In the latest episode of “government collectively frames Muslims”, prime minister Scott Morrison, after the Bourke Street attack, called on Islamic leaders to take “special responsibility” for stamping out radicalism in their communities. He claimed that “the greatest threat … is the radical and dangerous ideology of extremist Islam”.
Far from identifying any actual threat, this is just standard divide and rule tactics designed to deflect attention from the real threats in Australian society.
I won’t hold my breath until the day Morrison, or any other prime minister, calls on business leaders to take “special responsibility” for stamping out deaths at work like that of 20-year-old Dillon Wu, killed this month.
Dillon had just started an apprenticeship with the training arm of the Australian Industry Group, one of Australia’s most powerful business lobbies. A safety audit conducted by the company in August identified numerous serious hazards in the workplace, including the factory’s lack of procedures for staff working in confined spaces, as Dillon was.
It categorised these under “High/Significant Risk, Almost Certain likelihood, Serious consequence”. Then it sent Dillon to work there.
No word so far from Morrison that “the greatest threat … is the radical and dangerous ideology of extremist capitalism”. Yet in the 14 years from 2003 to 2016, the threat of unsafe workplaces resulted in 3,414 people losing their lives in work-related incidents. In the “best” year there were 182 deaths.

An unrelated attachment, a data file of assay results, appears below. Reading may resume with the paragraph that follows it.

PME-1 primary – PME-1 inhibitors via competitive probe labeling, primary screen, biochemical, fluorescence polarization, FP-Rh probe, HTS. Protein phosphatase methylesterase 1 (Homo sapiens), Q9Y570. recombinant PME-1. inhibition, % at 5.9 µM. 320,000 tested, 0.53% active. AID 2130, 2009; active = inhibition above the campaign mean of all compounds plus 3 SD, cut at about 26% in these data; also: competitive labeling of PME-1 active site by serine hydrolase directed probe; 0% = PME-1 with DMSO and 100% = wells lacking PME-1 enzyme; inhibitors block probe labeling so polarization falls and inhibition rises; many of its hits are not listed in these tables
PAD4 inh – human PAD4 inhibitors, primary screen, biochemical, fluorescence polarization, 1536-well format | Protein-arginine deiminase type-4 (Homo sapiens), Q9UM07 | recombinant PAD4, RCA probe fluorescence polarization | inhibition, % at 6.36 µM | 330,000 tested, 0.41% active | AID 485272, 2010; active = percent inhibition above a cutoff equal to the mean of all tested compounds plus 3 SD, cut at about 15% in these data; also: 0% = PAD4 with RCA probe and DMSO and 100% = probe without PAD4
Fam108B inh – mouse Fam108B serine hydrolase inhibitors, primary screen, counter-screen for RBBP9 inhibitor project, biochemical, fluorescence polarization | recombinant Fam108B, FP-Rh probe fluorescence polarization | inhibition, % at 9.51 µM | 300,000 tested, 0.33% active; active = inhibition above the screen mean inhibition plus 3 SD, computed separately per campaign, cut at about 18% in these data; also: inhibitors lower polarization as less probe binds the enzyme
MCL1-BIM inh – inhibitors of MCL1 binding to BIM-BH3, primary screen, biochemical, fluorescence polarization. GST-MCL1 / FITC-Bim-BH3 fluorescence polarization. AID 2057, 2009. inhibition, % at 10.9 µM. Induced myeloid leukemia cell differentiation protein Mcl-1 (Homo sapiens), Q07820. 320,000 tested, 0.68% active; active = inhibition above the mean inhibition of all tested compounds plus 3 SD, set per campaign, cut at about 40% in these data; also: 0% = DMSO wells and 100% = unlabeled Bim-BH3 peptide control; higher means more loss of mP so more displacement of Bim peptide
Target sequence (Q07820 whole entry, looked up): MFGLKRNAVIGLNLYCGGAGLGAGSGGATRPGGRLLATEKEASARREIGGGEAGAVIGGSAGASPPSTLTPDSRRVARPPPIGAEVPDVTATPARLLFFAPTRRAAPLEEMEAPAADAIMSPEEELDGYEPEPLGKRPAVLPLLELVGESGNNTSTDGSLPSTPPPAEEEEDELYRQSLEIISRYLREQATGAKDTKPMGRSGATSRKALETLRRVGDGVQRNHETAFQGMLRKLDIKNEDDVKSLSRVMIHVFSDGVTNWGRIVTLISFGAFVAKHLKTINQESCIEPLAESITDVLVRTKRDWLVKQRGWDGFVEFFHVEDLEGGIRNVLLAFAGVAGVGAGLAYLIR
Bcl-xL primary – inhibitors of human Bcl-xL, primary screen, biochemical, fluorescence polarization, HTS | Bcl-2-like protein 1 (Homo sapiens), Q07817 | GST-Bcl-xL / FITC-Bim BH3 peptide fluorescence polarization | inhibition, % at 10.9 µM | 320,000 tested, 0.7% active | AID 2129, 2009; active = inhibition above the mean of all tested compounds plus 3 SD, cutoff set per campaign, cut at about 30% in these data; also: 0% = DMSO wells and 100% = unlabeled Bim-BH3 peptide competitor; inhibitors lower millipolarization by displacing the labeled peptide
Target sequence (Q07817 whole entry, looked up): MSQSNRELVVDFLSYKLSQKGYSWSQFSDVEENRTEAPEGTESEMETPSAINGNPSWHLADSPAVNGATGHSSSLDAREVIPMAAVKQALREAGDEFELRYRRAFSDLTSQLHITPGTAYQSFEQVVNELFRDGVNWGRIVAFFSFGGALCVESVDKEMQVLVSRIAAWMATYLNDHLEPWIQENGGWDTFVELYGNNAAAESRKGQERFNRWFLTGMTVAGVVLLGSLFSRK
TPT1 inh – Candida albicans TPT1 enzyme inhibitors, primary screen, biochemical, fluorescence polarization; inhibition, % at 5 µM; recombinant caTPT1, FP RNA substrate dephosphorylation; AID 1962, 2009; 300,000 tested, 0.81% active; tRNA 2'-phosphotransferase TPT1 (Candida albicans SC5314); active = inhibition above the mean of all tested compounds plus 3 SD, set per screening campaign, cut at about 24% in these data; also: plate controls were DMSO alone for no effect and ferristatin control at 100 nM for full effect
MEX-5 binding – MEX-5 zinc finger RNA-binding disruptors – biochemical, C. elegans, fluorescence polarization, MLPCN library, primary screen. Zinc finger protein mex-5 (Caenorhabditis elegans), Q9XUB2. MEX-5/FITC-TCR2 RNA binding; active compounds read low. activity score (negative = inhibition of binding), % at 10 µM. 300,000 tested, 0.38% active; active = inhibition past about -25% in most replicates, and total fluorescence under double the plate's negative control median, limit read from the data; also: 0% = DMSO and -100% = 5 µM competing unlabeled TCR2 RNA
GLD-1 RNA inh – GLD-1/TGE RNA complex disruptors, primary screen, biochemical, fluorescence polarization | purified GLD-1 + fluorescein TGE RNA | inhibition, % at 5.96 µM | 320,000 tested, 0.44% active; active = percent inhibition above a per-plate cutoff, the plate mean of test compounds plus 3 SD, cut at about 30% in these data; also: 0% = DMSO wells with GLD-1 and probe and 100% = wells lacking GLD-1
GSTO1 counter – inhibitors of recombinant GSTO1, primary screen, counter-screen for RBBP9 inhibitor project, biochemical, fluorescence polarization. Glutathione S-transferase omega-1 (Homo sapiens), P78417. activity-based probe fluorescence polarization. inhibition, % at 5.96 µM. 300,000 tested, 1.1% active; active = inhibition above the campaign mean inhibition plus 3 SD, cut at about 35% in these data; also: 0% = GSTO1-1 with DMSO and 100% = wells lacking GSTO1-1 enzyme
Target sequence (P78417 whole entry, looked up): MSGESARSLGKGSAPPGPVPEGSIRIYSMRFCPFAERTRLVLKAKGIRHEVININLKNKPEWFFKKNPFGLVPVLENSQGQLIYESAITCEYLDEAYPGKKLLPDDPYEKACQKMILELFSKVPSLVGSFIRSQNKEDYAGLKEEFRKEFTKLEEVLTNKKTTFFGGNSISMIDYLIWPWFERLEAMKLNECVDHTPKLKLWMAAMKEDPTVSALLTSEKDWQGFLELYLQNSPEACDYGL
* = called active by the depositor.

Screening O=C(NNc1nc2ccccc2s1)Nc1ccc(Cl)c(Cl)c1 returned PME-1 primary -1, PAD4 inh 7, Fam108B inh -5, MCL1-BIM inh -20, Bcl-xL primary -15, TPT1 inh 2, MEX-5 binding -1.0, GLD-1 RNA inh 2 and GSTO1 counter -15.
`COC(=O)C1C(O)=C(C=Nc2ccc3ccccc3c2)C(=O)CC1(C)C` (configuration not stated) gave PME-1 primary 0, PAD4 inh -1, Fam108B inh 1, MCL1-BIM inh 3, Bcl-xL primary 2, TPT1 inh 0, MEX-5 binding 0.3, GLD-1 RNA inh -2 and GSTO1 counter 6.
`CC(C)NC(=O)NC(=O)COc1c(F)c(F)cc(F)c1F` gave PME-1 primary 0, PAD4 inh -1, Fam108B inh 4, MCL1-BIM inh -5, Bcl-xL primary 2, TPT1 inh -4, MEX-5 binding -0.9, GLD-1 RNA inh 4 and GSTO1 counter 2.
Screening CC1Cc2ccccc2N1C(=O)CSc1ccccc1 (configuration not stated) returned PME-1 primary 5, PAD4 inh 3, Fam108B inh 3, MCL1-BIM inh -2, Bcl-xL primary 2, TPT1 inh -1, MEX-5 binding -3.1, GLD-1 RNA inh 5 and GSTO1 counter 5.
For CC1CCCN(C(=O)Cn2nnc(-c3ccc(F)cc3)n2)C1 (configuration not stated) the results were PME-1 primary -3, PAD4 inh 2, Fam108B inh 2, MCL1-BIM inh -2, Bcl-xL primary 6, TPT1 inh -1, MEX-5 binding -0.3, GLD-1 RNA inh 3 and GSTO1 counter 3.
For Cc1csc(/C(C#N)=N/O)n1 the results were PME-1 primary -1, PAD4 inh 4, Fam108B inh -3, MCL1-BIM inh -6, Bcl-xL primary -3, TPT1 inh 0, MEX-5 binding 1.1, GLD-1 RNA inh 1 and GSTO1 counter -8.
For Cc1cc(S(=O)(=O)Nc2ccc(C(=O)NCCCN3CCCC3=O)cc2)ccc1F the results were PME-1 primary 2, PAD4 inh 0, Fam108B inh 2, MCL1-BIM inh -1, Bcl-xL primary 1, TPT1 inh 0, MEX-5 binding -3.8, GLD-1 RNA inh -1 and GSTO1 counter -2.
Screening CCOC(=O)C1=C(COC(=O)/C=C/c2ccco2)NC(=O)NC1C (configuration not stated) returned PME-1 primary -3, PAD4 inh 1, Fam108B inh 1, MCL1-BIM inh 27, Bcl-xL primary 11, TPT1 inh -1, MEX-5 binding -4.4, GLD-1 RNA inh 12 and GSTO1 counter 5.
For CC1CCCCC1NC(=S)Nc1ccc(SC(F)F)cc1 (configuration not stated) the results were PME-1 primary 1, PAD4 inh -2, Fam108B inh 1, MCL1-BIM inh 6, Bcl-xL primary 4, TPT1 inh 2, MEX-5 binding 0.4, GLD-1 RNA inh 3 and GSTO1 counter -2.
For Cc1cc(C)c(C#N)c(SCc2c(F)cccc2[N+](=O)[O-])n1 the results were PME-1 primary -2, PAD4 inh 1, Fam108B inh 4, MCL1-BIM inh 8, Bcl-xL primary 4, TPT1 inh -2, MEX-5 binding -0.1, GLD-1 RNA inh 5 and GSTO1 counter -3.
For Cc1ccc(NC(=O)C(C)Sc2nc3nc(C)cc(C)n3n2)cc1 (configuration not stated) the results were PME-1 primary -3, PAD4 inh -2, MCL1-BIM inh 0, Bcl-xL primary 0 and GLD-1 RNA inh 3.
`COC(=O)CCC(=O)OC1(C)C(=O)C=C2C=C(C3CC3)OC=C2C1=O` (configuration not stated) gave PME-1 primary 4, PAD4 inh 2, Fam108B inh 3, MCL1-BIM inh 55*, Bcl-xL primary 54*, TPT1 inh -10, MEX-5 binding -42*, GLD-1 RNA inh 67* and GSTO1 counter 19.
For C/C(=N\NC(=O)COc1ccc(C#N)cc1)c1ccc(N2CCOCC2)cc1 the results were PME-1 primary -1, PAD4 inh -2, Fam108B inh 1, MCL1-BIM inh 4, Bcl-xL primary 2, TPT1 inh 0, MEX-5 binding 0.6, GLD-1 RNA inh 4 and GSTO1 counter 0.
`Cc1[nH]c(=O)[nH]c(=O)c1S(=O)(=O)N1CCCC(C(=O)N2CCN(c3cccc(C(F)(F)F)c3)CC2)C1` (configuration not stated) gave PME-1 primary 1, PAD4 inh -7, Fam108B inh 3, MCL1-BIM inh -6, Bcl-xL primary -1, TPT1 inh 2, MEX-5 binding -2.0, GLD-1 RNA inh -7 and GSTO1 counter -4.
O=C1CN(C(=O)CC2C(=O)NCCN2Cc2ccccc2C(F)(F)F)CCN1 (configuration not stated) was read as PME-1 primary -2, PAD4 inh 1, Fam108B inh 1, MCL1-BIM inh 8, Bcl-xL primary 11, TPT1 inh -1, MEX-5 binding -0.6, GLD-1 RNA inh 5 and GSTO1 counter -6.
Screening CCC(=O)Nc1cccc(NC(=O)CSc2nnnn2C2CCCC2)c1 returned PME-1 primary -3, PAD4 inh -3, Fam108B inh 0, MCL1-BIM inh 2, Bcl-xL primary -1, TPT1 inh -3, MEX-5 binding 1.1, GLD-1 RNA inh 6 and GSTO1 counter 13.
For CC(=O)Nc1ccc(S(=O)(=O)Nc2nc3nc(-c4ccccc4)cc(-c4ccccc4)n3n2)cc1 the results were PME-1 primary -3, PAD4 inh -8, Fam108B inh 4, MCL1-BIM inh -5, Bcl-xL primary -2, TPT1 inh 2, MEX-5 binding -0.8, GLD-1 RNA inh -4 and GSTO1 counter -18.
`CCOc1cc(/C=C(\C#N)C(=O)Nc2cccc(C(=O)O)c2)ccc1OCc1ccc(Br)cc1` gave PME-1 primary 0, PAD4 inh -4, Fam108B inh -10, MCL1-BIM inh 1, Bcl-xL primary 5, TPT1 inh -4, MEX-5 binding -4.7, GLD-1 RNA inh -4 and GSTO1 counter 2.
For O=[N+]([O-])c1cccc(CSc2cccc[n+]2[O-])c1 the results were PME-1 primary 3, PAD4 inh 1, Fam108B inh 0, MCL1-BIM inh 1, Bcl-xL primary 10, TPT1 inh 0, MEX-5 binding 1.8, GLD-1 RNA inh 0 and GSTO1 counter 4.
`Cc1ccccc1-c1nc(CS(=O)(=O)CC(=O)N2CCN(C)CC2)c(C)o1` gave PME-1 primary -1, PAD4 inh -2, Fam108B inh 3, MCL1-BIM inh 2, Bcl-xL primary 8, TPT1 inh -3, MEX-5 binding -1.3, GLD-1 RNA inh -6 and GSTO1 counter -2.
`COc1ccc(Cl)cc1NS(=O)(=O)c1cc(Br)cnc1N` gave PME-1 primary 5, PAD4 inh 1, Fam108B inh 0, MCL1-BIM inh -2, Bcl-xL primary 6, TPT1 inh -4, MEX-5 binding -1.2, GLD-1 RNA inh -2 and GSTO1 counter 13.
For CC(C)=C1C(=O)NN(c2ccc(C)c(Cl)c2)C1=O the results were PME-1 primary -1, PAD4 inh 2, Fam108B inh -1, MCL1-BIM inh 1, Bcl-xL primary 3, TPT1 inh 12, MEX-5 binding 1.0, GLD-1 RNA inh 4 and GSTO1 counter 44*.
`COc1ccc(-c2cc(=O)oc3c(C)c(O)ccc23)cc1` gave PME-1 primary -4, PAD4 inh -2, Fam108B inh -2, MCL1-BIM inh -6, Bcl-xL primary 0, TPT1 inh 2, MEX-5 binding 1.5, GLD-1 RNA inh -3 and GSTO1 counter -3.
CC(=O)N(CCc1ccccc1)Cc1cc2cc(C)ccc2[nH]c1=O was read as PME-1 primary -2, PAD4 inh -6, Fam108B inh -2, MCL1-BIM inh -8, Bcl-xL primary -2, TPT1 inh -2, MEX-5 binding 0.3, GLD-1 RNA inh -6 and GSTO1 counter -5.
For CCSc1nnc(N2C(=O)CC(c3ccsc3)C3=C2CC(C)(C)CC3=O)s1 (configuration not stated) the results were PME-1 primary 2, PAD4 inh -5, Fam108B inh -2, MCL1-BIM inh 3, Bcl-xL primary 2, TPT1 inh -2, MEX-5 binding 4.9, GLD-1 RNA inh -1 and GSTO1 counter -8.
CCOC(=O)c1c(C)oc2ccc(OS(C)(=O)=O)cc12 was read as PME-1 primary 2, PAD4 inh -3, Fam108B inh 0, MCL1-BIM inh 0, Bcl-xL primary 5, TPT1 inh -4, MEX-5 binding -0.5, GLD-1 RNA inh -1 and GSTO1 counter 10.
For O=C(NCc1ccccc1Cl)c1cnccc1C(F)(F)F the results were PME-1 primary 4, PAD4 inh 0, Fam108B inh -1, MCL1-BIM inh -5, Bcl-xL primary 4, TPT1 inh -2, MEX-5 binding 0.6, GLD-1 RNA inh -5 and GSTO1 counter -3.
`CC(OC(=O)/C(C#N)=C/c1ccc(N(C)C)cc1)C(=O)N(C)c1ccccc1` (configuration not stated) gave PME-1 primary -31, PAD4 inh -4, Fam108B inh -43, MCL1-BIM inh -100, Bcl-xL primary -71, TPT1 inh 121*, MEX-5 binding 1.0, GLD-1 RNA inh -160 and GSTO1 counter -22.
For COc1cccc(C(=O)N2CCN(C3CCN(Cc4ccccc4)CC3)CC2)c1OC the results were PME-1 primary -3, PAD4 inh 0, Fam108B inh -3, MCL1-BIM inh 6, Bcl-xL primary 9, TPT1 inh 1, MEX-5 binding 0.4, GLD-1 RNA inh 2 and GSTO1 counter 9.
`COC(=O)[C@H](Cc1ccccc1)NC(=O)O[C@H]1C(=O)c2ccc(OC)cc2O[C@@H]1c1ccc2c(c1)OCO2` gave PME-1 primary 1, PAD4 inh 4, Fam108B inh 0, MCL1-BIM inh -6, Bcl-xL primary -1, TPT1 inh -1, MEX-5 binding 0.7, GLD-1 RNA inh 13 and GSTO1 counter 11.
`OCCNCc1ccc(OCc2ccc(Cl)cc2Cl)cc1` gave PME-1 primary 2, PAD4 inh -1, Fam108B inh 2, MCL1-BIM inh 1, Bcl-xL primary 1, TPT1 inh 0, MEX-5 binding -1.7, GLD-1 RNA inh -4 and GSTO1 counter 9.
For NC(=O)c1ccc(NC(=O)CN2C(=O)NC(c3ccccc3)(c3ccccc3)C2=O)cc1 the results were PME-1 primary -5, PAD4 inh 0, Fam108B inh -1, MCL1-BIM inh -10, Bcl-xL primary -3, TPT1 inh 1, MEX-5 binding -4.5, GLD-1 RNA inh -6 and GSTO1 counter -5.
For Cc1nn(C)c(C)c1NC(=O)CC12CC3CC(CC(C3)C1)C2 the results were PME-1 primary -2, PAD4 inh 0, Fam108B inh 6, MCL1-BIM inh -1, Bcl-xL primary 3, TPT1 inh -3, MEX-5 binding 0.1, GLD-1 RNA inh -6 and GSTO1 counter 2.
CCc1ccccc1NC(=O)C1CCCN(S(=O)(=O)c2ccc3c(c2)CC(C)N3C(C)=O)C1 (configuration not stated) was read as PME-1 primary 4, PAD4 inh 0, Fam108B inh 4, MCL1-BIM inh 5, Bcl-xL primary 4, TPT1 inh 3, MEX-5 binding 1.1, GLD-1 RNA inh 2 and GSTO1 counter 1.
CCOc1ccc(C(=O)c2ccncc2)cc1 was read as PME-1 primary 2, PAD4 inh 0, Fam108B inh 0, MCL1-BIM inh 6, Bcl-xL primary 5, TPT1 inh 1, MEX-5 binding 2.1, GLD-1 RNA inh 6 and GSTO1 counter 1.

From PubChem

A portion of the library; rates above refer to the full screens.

Going to work in Australia is not the only threat that is a lot bigger than anything that Muslims offer. A cursory glance at royal commissions old and new tells us that.
The 407 Aboriginal and Torres Strait Islander people killed in police or prison custody since the end of the Royal Commission into Aboriginal Deaths in Custody in 1991 were not under threat by Muslims but by the thugs of the Australian state. The same could be said of the horrors inflicted on Aboriginal kids in the Don Dale detention centre.
The recent Royal Commission into Institutional Responses to Child Sexual Abuse heard from 1,200 witnesses representing a fraction of the untold victims – not under threat by Muslims but overwhelmingly by the organised Christianity of which the prime minister is a proud member.
Despite reams of incontrovertible evidence of decades of abuse, and cover-ups that allowed it to continue, there are none of the official accusations of collective culpability that Muslims receive regularly, no “special responsibility” to deal with this cancer infecting Christianity.
Similarly, the Royal Commission into Aged Care Quality and Safety must have slipped Scott Morrison’s mind when he labelled Islamic extremism the greatest threat. Or perhaps he was just covering his own arse.
After all, it was when he was treasurer that funding to the aged care sector was cut by $1.2 billion over four years, and conditions for workers and residents shamefully deteriorated. But let’s not forget the threat to the elderly posed by the aged care industry bosses, who think that an average of $6 per resident a day is enough to spend on food. Penny-pinching in the name of profit is apparently not a threat.
If our rulers were horrified by the threat of violence, they’d stop engaging in it on a mass scale. With the military budget running at $35 billion a year, a lot of money is not going to hospitals or schools or pensions or aged care or women’s refuges.
Where it is going is the “war on terror”, which is a war on Muslim civilians from Afghanistan to Iraq, or on imperialist ventures in the Pacific to secure the region for Australian interests.
Once again, no Muslims are involved in those threats. But as scapegoats, they are beyond compare.